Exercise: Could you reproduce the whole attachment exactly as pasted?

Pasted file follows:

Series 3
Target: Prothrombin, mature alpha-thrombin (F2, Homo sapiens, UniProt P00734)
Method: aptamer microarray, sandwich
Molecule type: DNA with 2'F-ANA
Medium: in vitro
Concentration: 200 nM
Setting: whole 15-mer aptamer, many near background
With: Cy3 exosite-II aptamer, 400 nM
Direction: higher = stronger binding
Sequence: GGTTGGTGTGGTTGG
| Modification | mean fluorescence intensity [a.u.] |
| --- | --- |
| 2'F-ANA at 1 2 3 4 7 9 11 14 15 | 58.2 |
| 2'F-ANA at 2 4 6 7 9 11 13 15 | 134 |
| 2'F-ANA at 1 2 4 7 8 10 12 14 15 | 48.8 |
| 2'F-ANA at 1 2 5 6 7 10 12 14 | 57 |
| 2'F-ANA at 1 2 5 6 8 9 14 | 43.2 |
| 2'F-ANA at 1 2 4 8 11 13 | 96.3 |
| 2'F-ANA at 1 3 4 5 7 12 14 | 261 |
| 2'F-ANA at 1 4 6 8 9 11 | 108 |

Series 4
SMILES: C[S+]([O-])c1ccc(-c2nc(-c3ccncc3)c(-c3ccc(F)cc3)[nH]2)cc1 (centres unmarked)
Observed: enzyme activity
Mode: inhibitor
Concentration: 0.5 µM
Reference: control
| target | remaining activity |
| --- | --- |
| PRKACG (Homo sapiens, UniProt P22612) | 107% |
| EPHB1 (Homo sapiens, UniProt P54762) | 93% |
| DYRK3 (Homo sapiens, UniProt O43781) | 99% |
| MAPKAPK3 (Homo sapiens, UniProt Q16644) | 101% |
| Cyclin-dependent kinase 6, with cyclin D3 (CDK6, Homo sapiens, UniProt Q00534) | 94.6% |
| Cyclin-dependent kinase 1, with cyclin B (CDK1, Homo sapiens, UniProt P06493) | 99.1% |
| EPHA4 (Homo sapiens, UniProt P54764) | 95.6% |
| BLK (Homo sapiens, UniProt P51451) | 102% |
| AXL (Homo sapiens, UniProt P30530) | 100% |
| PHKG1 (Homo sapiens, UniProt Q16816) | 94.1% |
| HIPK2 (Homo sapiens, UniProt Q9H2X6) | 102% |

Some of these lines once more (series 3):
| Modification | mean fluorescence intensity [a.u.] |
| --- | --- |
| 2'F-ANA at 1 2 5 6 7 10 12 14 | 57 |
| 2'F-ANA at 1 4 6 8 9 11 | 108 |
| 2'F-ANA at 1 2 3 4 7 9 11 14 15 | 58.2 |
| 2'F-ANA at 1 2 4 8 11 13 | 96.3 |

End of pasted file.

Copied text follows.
Series 3
Target: Prothrombin, mature alpha-thrombin (F2, Homo sapiens, UniProt P00734)
Method: aptamer microarray, sandwich
Molecule type: DNA with 2'F-ANA
Medium: in vitro
Concentration: 200 nM
Setting: whole 15-mer aptamer, many near background
With: Cy3 exosite-II aptamer, 400 nM
Direction: higher = stronger binding
Sequence: GGTTGGTGTGGTTGG
| Modification | mean fluorescence intensity [a.u.] |
| --- | --- |
| 2'F-ANA at 1 2 3 4 7 9 11 14 15 | 58.2 |
| 2'F-ANA at 2 4 6 7 9 11 13 15 | 134 |
| 2'F-ANA at 1 2 4 7 8 10 12 14 15 | 48.8 |
| 2'F-ANA at 1 2 5 6 7 10 12 14 | 57 |
| 2'F-ANA at 1 2 5 6 8 9 14 | 43.2 |
| 2'F-ANA at 1 2 4 8 11 13 | 96.3 |
| 2'F-ANA at 1 3 4 5 7 12 14 | 261 |
| 2'F-ANA at 1 4 6 8 9 11 | 108 |

Series 4
SMILES: C[S+]([O-])c1ccc(-c2nc(-c3ccncc3)c(-c3ccc(F)cc3)[nH]2)cc1 (centres unmarked)
Observed: enzyme activity
Mode: inhibitor
Concentration: 0.5 µM
Reference: control
| target | remaining activity |
| --- | --- |
| PRKACG (Homo sapiens, UniProt P22612) | 107% |
| EPHB1 (Homo sapiens, UniProt P54762) | 93% |
| DYRK3 (Homo sapiens, UniProt O43781) | 99% |
| MAPKAPK3 (Homo sapiens, UniProt Q16644) | 101% |
| Cyclin-dependent kinase 6, with cyclin D3 (CDK6, Homo sapiens, UniProt Q00534) | 94.6% |
| Cyclin-dependent kinase 1, with cyclin B (CDK1, Homo sapiens, UniProt P06493) | 99.1% |
| EPHA4 (Homo sapiens, UniProt P54764) | 95.6% |
| BLK (Homo sapiens, UniProt P51451) | 102% |
| AXL (Homo sapiens, UniProt P30530) | 100% |
| PHKG1 (Homo sapiens, UniProt Q16816) | 94.1% |
| HIPK2 (Homo sapiens, UniProt Q9H2X6) | 102% |

Some of these lines once more (series 3):
| Modification | mean fluorescence intensity [a.u.] |
| --- | --- |
| 2'F-ANA at 1 2 5 6 7 10 12 14 | 57 |
| 2'F-ANA at 1 4 6 8 9 11 | 108 |
| 2'F-ANA at 1 2 3 4 7 9 11 14 15 | 58.2 |
| 2'F-ANA at 1 2 4 8 11 13 | 96.3 |